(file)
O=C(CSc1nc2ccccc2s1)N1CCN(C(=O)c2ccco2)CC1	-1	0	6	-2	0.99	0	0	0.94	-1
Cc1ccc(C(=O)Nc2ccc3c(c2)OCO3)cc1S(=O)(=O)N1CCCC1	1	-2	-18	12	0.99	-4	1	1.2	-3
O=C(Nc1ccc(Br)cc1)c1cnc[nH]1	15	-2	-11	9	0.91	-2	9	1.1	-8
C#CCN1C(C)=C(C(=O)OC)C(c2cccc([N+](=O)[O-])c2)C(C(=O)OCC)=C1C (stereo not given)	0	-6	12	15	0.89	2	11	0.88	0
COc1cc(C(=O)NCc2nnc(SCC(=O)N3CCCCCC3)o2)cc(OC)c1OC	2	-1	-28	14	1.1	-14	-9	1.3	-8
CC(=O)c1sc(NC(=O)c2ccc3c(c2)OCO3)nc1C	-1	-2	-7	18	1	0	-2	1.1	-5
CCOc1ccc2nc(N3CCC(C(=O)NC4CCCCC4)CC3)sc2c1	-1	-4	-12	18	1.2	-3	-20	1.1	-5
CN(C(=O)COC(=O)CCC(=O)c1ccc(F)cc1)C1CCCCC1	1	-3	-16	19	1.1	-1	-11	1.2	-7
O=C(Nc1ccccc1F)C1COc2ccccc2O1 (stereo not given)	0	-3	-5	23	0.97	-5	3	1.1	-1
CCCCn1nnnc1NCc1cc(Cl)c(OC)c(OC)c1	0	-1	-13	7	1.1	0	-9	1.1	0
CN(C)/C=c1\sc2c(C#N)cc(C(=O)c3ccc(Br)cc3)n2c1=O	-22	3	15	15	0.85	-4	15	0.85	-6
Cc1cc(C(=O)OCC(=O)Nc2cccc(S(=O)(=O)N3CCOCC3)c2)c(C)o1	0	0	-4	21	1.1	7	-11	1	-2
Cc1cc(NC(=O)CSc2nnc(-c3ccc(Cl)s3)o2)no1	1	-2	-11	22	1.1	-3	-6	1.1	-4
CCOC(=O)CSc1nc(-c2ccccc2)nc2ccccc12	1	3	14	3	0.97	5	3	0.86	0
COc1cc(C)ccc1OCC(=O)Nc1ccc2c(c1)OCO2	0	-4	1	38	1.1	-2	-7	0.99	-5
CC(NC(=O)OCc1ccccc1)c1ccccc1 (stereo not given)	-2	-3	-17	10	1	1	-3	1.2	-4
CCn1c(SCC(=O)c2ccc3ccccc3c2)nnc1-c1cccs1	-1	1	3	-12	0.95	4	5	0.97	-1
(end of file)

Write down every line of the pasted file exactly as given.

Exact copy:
O=C(CSc1nc2ccccc2s1)N1CCN(C(=O)c2ccco2)CC1	-1	0	6	-2	0.99	0	0	0.94	-1
Cc1ccc(C(=O)Nc2ccc3c(c2)OCO3)cc1S(=O)(=O)N1CCCC1	1	-2	-18	12	0.99	-4	1	1.2	-3
O=C(Nc1ccc(Br)cc1)c1cnc[nH]1	15	-2	-11	9	0.91	-2	9	1.1	-8
C#CCN1C(C)=C(C(=O)OC)C(c2cccc([N+](=O)[O-])c2)C(C(=O)OCC)=C1C (stereo not given)	0	-6	12	15	0.89	2	11	0.88	0
COc1cc(C(=O)NCc2nnc(SCC(=O)N3CCCCCC3)o2)cc(OC)c1OC	2	-1	-28	14	1.1	-14	-9	1.3	-8
CC(=O)c1sc(NC(=O)c2ccc3c(c2)OCO3)nc1C	-1	-2	-7	18	1	0	-2	1.1	-5
CCOc1ccc2nc(N3CCC(C(=O)NC4CCCCC4)CC3)sc2c1	-1	-4	-12	18	1.2	-3	-20	1.1	-5
CN(C(=O)COC(=O)CCC(=O)c1ccc(F)cc1)C1CCCCC1	1	-3	-16	19	1.1	-1	-11	1.2	-7
O=C(Nc1ccccc1F)C1COc2ccccc2O1 (stereo not given)	0	-3	-5	23	0.97	-5	3	1.1	-1
CCCCn1nnnc1NCc1cc(Cl)c(OC)c(OC)c1	0	-1	-13	7	1.1	0	-9	1.1	0
CN(C)/C=c1\sc2c(C#N)cc(C(=O)c3ccc(Br)cc3)n2c1=O	-22	3	15	15	0.85	-4	15	0.85	-6
Cc1cc(C(=O)OCC(=O)Nc2cccc(S(=O)(=O)N3CCOCC3)c2)c(C)o1	0	0	-4	21	1.1	7	-11	1	-2
Cc1cc(NC(=O)CSc2nnc(-c3ccc(Cl)s3)o2)no1	1	-2	-11	22	1.1	-3	-6	1.1	-4
CCOC(=O)CSc1nc(-c2ccccc2)nc2ccccc12	1	3	14	3	0.97	5	3	0.86	0
COc1cc(C)ccc1OCC(=O)Nc1ccc2c(c1)OCO2	0	-4	1	38	1.1	-2	-7	0.99	-5
CC(NC(=O)OCc1ccccc1)c1ccccc1 (stereo not given)	-2	-3	-17	10	1	1	-3	1.2	-4
CCn1c(SCC(=O)c2ccc3ccccc3c2)nnc1-c1cccs1	-1	1	3	-12	0.95	4	5	0.97	-1